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follow- uprevealed a value of 19.0% (95% CI14.2% - 25.0%). The forest plot in figure 3 displays the dropout rates
for all studies included in this analysis. According to a considerable heterogeneity (I 2 = 96.8%, 2 = 0.6), the
adjustment by using the Duval and Tweedie trim and fill method imputed three publications and estimated an
adjusted dropout rate of 21.6% (95%CI 20.6%-22.6%).
Subgroup analysis:
For the analysis of subgroups, 14,748 participants in the treatment group,1,160 participants in the place bo
group, and only 559 patients in the observation group were included after a 12-month study duration;7,412
/2,173 and701participants were available, respectively,up to a 24-month study duration. Table 1 indicates the meta
dropout estimates stratified by therapy. A dropout rate of 8.4% (95% CI 6.4% - 11.1%) was estimated for the
treatment group after a 12-month follow-up. A drop out rate of 12.3% (95% CI 9.0% - 16.5%) resulted for the
placebo group, and of 12.9% for the observation group(95% CI 8.3% - 19.5%). The dropout rates after 24
months were estimated as14.2% in the treatment group (95% CI 7.8% - 22.4%), 19.9% (95% CI 14.6% - 26.5%)
in the placebo group, and 18.0% (95% CI 14.2% - 22.5%) in the observation group.
For the analysis of the dropout rate difference (VEGF versus placebo) three publications (Group et al. 2006, Regillo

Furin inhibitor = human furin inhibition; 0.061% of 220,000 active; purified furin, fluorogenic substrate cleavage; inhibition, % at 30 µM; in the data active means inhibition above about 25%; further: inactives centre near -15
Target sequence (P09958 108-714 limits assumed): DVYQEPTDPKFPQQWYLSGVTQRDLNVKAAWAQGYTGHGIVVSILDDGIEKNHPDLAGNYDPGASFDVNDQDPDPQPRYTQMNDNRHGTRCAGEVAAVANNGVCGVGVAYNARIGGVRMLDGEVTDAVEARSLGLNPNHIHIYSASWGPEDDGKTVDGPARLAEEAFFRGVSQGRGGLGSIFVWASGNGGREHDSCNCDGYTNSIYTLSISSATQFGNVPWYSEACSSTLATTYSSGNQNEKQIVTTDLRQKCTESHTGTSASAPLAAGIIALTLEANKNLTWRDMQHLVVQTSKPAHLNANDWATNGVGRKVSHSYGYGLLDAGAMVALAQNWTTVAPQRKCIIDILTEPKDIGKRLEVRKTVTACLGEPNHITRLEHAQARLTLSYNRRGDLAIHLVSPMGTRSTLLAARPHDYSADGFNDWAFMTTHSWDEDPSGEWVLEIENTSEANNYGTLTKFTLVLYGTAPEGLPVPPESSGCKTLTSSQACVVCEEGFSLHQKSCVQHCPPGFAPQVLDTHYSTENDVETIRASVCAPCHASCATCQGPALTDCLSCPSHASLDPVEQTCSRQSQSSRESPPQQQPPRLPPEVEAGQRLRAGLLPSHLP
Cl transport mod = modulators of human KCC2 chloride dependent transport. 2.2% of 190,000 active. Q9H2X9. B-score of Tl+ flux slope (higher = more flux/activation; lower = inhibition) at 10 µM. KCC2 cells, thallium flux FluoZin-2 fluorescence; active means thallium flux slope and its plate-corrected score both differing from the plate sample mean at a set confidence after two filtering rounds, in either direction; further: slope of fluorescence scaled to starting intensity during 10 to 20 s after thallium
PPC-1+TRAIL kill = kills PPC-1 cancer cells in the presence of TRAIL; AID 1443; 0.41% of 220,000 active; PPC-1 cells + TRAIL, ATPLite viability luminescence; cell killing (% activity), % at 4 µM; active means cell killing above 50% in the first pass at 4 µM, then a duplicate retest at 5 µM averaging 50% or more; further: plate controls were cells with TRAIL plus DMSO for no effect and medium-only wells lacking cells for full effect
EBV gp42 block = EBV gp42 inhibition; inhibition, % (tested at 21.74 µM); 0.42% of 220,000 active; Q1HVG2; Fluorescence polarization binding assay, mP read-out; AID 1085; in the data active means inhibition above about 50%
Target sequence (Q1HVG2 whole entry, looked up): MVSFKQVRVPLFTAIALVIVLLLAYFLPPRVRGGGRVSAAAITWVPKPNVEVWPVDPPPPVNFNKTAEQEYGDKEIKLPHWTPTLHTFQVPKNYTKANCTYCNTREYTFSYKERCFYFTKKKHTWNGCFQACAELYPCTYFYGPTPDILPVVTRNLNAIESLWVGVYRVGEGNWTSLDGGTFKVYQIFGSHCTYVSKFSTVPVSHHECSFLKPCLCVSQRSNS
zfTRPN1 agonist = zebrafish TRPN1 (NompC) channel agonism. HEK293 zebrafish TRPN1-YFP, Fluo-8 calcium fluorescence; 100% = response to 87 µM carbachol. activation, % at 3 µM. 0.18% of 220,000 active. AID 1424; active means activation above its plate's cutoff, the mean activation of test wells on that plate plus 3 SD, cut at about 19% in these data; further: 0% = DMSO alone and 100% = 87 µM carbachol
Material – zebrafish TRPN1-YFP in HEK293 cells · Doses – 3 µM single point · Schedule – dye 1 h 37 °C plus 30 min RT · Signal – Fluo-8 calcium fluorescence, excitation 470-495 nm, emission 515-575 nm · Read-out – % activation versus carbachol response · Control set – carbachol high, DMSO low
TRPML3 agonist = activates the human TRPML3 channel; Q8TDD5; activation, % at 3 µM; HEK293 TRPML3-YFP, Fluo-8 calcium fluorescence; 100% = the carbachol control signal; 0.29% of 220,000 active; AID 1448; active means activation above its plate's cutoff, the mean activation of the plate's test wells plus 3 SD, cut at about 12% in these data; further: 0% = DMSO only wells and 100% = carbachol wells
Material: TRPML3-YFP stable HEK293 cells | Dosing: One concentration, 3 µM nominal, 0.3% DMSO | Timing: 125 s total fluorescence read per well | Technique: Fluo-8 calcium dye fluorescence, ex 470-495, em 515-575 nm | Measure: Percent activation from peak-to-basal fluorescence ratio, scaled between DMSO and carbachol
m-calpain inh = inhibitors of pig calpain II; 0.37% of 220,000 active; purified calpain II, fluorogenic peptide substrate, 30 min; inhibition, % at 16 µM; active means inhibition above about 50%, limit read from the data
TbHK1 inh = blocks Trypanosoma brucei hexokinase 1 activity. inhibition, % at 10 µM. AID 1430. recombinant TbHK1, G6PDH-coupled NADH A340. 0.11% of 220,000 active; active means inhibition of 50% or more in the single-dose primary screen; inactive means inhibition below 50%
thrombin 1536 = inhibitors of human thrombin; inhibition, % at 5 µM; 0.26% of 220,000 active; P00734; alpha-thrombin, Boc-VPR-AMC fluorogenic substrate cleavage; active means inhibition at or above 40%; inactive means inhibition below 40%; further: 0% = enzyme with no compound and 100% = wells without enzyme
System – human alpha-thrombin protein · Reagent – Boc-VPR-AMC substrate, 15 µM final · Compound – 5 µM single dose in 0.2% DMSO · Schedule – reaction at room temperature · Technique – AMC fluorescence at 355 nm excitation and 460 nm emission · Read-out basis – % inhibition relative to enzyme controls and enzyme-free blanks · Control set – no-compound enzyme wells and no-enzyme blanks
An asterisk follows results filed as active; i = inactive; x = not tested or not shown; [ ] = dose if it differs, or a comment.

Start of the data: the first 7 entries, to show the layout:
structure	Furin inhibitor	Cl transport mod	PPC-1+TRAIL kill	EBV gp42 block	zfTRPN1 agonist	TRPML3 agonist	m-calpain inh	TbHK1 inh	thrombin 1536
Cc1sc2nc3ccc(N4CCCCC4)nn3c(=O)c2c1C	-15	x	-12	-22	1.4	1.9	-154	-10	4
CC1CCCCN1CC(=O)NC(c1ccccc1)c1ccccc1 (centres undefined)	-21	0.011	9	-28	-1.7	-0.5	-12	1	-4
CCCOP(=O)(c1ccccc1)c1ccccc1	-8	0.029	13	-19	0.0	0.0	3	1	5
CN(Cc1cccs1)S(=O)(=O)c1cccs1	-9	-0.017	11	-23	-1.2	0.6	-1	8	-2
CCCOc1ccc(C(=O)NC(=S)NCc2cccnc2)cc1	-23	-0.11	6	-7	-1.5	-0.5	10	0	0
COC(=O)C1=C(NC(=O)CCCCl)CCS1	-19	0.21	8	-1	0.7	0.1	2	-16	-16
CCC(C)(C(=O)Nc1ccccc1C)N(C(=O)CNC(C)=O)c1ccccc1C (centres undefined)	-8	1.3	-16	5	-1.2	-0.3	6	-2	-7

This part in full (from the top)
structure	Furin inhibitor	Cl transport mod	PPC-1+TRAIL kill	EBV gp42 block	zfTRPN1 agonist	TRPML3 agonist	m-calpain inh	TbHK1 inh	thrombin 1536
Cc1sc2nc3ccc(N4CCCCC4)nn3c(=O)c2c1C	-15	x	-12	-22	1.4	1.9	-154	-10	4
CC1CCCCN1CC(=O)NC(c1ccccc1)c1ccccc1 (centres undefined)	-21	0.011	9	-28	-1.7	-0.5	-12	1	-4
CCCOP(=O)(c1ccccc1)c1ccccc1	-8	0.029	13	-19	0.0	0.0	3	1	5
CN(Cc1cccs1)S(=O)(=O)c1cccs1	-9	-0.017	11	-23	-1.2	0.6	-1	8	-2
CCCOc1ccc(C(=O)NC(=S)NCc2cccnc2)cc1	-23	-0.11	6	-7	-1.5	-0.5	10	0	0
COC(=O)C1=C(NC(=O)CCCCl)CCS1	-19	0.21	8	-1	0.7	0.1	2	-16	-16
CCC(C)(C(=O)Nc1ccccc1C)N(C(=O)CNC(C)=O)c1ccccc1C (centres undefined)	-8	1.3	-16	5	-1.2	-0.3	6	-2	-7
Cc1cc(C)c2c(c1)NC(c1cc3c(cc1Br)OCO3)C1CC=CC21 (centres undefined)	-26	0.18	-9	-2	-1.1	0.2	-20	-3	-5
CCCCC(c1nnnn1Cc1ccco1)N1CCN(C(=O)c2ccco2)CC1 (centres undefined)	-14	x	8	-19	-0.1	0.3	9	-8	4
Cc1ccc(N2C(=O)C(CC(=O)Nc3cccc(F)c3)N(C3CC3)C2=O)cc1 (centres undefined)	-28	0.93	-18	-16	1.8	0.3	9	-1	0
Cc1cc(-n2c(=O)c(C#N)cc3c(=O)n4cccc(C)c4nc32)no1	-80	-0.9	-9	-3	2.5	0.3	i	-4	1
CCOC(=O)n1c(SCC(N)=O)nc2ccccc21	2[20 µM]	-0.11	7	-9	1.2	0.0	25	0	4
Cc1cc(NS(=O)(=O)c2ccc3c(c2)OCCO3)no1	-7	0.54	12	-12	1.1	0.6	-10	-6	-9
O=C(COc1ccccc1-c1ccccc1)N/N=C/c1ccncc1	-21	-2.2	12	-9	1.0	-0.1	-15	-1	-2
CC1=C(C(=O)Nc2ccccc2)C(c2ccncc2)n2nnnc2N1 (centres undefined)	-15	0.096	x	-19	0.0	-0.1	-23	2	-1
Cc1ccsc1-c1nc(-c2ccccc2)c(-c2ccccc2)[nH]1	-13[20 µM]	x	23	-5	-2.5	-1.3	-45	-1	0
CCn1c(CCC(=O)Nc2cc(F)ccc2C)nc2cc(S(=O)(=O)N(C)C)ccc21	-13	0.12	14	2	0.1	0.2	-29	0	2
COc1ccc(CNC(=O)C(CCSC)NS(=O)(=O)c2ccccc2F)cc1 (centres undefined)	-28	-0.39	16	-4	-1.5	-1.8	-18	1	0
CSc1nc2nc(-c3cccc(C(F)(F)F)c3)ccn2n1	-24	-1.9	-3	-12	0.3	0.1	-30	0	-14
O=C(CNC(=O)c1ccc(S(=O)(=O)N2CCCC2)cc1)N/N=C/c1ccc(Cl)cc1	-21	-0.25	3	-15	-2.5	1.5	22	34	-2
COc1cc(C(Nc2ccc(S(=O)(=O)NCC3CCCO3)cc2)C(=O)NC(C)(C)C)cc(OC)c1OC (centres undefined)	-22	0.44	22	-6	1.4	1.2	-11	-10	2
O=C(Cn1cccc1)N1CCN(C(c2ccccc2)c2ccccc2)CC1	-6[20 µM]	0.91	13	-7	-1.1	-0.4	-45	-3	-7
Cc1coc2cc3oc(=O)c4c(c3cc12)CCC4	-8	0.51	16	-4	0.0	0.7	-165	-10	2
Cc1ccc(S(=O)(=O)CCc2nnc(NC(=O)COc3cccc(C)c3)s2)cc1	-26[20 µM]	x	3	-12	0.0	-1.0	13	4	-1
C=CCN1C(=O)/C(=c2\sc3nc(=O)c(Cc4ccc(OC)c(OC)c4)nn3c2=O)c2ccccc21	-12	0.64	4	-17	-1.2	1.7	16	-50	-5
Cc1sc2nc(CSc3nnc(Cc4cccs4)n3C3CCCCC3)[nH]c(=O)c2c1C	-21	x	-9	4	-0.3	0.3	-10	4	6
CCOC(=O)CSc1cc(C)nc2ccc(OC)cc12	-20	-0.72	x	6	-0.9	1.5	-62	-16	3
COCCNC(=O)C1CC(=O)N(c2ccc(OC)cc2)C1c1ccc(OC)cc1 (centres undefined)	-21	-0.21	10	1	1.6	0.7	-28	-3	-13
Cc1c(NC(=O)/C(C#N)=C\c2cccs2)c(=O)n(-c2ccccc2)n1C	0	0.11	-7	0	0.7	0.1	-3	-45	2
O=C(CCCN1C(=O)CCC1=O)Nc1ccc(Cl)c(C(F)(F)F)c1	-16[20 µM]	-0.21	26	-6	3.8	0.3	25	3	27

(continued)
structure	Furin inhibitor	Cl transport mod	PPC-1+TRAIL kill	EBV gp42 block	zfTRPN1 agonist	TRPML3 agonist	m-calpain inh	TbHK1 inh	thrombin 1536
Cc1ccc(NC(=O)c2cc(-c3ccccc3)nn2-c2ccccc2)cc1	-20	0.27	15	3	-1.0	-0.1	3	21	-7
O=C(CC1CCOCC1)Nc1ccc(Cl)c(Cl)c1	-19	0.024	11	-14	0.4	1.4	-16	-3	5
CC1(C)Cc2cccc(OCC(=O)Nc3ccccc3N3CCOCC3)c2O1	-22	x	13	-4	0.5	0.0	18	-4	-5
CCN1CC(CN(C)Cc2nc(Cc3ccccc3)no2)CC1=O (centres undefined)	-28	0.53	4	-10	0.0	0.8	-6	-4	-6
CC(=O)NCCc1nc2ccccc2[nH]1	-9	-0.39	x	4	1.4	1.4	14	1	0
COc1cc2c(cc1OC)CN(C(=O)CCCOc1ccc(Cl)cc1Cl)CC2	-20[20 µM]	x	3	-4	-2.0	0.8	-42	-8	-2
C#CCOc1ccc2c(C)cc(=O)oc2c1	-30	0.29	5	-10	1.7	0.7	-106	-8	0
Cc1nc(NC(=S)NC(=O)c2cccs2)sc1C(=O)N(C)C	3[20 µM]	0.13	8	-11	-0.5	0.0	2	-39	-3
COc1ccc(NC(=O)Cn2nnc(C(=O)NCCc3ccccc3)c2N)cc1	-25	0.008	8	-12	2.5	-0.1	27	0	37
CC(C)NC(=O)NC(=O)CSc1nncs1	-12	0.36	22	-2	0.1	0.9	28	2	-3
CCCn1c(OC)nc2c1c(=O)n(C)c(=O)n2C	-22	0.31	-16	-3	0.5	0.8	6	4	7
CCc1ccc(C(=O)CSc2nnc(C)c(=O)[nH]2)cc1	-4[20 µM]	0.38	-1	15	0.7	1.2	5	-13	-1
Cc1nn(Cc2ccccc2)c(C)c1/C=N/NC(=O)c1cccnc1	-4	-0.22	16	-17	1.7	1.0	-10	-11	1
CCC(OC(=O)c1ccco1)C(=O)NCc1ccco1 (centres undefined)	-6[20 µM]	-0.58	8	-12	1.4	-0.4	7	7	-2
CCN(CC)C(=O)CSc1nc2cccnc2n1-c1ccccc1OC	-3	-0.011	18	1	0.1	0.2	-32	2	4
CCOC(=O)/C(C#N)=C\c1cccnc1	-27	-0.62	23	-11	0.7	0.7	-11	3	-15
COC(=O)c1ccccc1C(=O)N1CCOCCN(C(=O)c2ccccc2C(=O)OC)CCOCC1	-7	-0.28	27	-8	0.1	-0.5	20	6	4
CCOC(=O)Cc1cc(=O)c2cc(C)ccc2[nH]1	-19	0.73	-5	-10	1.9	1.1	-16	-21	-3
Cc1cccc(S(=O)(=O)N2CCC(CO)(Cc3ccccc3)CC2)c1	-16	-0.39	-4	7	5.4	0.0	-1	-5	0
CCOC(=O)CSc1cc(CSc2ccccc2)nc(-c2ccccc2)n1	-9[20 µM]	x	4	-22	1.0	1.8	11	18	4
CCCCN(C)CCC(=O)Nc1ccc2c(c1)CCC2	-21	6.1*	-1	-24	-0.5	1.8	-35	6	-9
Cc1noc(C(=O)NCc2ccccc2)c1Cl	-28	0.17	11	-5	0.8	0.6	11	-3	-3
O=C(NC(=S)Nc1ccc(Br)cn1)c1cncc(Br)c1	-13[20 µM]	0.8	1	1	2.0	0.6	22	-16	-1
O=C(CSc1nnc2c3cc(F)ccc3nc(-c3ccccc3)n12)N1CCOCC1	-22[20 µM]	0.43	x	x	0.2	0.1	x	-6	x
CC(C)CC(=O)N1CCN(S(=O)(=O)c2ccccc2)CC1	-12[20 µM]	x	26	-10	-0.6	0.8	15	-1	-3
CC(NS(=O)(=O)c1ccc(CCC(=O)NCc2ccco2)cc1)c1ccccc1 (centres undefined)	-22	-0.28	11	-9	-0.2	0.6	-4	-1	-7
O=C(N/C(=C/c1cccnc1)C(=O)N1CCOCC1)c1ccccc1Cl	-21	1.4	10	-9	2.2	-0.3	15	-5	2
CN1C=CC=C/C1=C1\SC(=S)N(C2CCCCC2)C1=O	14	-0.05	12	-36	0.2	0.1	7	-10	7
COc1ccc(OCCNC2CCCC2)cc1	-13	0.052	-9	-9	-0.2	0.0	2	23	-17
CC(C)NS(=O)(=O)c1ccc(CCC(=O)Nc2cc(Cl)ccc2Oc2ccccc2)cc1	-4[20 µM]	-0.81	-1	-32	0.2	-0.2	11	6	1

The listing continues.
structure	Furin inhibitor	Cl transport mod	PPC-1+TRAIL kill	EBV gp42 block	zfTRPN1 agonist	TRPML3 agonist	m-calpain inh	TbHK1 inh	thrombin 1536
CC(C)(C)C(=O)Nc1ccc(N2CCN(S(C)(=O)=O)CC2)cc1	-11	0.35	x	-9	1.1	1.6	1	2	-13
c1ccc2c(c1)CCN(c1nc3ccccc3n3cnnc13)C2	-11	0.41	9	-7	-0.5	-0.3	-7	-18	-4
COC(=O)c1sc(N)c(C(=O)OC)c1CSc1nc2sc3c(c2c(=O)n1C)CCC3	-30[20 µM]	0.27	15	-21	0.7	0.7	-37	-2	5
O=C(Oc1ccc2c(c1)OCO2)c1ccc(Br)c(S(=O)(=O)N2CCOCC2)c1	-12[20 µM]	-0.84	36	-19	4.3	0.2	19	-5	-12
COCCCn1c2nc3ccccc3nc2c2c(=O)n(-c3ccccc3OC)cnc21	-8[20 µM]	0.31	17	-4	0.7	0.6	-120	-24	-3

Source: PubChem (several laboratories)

et al. 2008, Rosenfeld et al. 2006) (605 participants in the placebo group and 1,503 participants in the VEGFtreatment group) were included in the analysis. Random effects model estimation revealed a rate difference for
dropouts of 4.0% (95%CI -2.0% - 10.0%) after a 12-months study duration, but was due to significant heterogeneity
(I2=74.6%, 2 = 0.0021).
Risk of bias / study quality:
The risk of bias for the included studies was assessed as shown in table 2. Only one publication was identified as
reporting 100% of the previously specified quality indicators for the RCT reports and for this reason was included in
this analysis as a study report of maximum quality. Furthermore, 28 publications (54%) were included which
reported less than 50% of the factors. Only 20 (39%) of 52 publications reported an implemented randomization
scheme and clearly described an appropriate concealment strategy. A blinded study design was reported in 39 (75%)